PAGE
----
Legislation is in place. Employers must have employment equity targets, and there is a political and economic momentum around equity. The chairman of a large listed company told me last year that non-executive directors on his board are increasingly asking for Black African numbers in employment equity, not just Black numbers (as in Coloured, Indian and Africans combined). On the negative side, but as another example of unfolding normalisation, Whites in squatter camps are also increasing – exactly what one would expect in a normalising society. The transformation of SA society to a more normal distribution amongst all races is underway and can only gain momentum, not slow down.
Further progress to non-racialism in the workplace will depend on education, training, mentoring, support ... in short, the development of human capital (coupled with a continued vigilance against racial discrimination). No legislation can compensate for human capital that does not exist. Neither can it compensate for the small matter of economic growth so that there is a big enough economy to absorb the new human capital.
It is safe to say that Manyi’s comments have been a huge bonus for the DA.
The DA accused Manuel of engaging in opportunistic politics with an eye to the upcoming local government elections. The DA itself was not slow out of the starting blocks: it proposed a motion in the ANC-controlled Northern Cape legislature condemning Manyi’s comments – and it was passed. Clearly the ANC in the Northern Cape is feeling the heat, why else would they support a DA motion?
The Northern Cape is firmly in the DA’s sights as one area where it hopes to make progress outside its Western Cape stronghold. The last thing the ANC wants to see is the DA capture two provinces – the Western and Northern Cape; they are already upset enough that they have lost the Western Cape.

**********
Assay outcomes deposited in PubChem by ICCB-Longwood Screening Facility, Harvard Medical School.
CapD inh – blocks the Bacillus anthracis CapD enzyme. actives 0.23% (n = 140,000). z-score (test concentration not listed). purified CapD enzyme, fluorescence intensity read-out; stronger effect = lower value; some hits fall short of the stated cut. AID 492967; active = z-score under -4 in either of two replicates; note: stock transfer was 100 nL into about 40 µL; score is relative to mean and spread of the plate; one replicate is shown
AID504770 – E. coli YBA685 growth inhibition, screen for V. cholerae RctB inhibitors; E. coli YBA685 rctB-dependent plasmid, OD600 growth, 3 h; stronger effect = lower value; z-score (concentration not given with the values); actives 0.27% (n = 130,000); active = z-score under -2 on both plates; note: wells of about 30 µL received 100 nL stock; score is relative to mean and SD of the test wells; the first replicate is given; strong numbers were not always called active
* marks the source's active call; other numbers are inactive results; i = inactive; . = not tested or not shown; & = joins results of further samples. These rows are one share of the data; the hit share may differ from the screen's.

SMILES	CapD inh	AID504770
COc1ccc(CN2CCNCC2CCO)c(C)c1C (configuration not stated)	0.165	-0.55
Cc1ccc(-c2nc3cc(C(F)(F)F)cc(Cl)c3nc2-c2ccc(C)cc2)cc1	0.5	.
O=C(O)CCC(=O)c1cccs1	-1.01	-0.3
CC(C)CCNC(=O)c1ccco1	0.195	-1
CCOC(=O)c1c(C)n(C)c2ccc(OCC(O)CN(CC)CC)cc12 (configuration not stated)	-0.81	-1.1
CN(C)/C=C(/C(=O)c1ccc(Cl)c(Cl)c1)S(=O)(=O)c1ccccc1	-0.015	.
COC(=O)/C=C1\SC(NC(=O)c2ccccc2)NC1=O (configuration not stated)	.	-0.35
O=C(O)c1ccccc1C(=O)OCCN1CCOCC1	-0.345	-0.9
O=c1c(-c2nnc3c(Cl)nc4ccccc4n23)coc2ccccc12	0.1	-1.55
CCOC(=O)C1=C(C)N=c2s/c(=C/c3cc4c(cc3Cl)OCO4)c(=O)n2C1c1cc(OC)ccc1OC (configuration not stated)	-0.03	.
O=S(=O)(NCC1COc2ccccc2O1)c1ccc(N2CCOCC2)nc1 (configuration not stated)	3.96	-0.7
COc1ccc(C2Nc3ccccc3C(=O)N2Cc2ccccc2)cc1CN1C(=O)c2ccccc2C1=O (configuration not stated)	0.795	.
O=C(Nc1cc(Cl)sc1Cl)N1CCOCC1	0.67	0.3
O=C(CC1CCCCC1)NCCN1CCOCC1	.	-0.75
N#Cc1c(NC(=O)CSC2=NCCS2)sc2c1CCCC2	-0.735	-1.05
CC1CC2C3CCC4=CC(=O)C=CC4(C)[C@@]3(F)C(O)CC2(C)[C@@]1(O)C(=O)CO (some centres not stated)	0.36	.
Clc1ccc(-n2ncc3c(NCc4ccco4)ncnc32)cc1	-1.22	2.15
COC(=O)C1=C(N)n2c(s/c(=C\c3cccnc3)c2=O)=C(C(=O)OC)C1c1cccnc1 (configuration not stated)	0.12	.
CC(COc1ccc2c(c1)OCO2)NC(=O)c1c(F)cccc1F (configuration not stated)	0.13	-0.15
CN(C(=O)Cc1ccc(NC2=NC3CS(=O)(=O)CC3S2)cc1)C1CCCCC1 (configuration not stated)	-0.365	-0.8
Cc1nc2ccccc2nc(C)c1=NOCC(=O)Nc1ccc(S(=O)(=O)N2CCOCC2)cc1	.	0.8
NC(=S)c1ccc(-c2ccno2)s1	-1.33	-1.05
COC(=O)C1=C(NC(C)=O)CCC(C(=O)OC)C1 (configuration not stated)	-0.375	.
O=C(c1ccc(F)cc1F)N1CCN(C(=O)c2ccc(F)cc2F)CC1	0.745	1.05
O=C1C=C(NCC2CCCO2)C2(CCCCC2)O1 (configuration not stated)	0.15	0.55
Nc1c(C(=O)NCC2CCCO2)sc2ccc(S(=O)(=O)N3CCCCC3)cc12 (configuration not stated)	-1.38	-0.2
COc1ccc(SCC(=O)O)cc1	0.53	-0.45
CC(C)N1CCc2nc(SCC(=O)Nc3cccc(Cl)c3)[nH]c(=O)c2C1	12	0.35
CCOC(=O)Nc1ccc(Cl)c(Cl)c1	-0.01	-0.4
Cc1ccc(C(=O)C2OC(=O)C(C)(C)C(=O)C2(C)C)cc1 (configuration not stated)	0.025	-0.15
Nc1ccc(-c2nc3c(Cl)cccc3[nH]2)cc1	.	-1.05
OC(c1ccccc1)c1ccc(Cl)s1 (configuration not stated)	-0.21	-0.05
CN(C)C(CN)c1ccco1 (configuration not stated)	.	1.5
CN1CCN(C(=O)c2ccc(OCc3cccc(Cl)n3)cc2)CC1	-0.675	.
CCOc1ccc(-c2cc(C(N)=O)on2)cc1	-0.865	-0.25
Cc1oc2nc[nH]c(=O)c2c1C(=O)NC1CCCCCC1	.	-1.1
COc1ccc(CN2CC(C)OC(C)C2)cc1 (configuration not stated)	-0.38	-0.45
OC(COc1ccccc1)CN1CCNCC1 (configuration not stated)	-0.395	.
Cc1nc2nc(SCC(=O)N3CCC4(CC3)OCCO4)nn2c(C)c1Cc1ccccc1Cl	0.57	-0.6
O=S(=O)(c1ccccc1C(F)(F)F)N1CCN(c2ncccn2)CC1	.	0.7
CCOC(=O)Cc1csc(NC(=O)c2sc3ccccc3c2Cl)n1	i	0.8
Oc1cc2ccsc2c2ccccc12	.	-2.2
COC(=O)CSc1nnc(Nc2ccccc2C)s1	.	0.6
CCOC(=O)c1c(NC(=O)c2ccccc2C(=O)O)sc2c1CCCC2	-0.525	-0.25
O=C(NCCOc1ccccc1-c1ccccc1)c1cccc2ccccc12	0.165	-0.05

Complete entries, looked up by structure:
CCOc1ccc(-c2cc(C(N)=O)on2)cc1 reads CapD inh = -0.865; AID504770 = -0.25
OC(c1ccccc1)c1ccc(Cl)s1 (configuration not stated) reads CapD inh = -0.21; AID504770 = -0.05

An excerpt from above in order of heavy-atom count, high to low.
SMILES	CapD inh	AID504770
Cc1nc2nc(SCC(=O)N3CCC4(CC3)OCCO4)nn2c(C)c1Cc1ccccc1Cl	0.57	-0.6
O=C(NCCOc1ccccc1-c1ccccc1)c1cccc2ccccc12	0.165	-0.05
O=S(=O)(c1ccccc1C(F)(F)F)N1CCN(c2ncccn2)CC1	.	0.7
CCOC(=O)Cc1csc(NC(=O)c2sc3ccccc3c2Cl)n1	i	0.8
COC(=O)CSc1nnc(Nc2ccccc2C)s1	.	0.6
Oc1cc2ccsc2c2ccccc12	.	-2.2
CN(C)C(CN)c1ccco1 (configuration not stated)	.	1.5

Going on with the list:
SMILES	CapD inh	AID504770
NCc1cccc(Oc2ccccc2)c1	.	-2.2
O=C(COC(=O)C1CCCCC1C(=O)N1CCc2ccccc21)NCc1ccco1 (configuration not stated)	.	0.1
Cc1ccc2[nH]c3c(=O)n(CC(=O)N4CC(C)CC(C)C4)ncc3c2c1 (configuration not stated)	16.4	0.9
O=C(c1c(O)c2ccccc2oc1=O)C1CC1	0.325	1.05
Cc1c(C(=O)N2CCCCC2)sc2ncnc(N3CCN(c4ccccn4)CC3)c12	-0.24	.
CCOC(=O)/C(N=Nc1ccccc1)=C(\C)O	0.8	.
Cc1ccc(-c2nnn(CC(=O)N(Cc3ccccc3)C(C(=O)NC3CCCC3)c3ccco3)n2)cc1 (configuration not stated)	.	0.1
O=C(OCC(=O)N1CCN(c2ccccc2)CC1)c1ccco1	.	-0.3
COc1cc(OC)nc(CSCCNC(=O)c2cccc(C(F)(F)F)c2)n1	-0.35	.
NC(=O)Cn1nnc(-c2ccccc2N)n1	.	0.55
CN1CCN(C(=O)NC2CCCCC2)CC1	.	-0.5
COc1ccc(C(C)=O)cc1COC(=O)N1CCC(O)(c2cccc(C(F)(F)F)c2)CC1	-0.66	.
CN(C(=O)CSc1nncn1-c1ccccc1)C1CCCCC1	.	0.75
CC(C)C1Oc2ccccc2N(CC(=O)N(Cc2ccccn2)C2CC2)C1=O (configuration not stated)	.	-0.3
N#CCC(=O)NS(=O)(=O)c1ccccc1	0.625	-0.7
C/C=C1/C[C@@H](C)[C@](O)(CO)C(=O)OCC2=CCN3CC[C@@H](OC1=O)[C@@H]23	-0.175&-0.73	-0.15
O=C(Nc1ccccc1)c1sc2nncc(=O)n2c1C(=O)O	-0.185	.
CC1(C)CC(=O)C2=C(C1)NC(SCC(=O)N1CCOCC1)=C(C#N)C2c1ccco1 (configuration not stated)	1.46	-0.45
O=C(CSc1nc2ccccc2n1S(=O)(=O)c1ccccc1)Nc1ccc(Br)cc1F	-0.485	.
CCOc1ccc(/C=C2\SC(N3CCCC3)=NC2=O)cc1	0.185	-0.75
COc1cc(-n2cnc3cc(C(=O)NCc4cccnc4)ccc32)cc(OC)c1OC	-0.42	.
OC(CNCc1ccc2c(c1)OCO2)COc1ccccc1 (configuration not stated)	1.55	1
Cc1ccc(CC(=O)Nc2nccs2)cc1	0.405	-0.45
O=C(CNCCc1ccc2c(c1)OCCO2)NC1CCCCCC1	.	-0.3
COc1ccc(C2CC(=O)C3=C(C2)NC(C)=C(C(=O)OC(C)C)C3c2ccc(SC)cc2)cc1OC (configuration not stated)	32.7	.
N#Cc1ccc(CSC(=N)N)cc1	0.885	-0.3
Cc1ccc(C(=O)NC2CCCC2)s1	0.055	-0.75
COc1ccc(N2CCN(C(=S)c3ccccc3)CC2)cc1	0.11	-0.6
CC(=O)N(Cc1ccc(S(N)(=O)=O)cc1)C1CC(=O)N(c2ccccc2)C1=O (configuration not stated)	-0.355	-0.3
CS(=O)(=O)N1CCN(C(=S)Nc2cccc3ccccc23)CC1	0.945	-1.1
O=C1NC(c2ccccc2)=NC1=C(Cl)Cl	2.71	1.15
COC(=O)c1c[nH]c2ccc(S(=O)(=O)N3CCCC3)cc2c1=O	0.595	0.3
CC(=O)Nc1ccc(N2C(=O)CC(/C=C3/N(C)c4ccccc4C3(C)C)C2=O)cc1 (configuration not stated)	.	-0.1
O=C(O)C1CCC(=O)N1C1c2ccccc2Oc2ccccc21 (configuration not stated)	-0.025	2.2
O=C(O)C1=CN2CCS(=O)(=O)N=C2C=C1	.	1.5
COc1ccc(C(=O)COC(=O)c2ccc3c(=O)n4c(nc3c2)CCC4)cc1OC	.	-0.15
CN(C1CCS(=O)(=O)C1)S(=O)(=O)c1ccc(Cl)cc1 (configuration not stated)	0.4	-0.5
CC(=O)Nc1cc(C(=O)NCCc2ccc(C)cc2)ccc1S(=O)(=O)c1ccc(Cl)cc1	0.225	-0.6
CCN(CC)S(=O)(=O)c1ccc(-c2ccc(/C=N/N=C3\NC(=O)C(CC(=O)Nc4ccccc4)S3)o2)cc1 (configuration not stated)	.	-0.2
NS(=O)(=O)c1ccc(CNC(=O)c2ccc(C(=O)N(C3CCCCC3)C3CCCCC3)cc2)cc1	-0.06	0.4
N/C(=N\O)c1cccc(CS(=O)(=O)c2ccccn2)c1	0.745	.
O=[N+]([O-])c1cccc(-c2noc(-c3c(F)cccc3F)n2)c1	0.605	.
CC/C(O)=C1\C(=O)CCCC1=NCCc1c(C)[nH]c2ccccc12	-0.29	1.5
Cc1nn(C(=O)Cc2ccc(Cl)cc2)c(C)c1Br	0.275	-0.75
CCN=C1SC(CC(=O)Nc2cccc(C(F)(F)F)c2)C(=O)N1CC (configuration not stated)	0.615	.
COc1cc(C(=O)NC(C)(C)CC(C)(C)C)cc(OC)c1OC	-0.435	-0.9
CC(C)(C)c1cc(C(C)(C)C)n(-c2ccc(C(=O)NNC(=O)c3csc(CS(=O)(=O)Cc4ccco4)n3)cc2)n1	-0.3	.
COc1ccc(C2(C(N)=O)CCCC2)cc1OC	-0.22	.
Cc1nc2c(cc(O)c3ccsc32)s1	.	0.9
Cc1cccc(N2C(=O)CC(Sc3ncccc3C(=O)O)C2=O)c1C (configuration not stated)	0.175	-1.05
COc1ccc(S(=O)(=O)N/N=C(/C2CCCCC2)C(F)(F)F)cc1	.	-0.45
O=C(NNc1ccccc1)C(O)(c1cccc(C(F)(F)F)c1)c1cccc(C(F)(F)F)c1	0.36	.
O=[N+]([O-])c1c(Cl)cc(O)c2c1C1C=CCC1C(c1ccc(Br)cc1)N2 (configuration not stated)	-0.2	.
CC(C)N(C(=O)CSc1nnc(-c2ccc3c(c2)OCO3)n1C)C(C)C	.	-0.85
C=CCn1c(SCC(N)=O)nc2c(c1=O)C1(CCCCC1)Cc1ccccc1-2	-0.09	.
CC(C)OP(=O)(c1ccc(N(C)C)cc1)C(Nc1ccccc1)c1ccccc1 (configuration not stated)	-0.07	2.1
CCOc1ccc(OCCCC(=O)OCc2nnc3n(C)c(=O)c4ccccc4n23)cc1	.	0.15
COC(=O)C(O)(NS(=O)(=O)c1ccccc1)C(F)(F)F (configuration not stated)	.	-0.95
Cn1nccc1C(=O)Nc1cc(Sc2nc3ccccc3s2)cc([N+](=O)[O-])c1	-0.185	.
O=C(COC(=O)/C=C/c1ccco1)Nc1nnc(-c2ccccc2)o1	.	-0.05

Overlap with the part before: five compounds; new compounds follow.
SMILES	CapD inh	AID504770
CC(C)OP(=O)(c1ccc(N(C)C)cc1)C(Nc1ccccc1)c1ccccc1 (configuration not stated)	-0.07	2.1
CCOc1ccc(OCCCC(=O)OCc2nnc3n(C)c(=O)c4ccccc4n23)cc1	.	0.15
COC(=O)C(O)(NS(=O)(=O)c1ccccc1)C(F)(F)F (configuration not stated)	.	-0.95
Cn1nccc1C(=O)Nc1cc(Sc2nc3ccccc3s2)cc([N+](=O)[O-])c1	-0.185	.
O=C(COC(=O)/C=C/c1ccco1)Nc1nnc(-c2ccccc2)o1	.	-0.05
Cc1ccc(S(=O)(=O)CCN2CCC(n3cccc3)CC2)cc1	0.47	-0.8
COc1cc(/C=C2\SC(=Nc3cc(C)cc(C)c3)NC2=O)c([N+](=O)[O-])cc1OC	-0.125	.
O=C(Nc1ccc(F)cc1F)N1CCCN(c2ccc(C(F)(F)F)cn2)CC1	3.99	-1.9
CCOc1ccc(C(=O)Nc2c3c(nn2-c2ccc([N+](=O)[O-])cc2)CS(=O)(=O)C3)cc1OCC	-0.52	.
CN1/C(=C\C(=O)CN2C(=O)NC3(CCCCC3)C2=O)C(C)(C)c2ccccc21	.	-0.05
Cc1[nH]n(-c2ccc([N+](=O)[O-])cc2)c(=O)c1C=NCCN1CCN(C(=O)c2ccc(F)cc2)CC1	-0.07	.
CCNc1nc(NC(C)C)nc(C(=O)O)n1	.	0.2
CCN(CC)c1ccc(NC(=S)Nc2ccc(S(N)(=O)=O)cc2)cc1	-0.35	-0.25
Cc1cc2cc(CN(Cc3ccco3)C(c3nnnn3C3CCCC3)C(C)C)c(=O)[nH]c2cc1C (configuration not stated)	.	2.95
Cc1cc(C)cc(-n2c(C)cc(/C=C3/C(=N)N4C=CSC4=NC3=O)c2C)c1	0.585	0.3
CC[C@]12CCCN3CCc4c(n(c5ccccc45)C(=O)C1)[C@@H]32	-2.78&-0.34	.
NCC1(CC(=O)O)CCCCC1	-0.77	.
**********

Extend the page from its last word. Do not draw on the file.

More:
The Coloured and Indian constituency are very important to the ANC. I suspect the party will try hard to retain their support, but it will be a hard slog.
So will it be Africanism or non-racialism? The answer is neither, it will oscillate between the two positions. Drawing the line is a process, not one definitive action. Do not expect the ANC or Mr Zuma to come out and choose the one or the other; if you look for a final answer, you will be disappointed.
Social change is directed by a myriad of forces all conspiring to shape values and choices. It is reasonable to expect forces currently at work like robust debate, looming elections, Court interpretations of the constitution, international relations, economics, the Charter tradition and above all hard practical experience, to again shape values. Over time that may very well swing the pendulum towards more non-racialism, as it did in the case of Afrikaner-nationalism.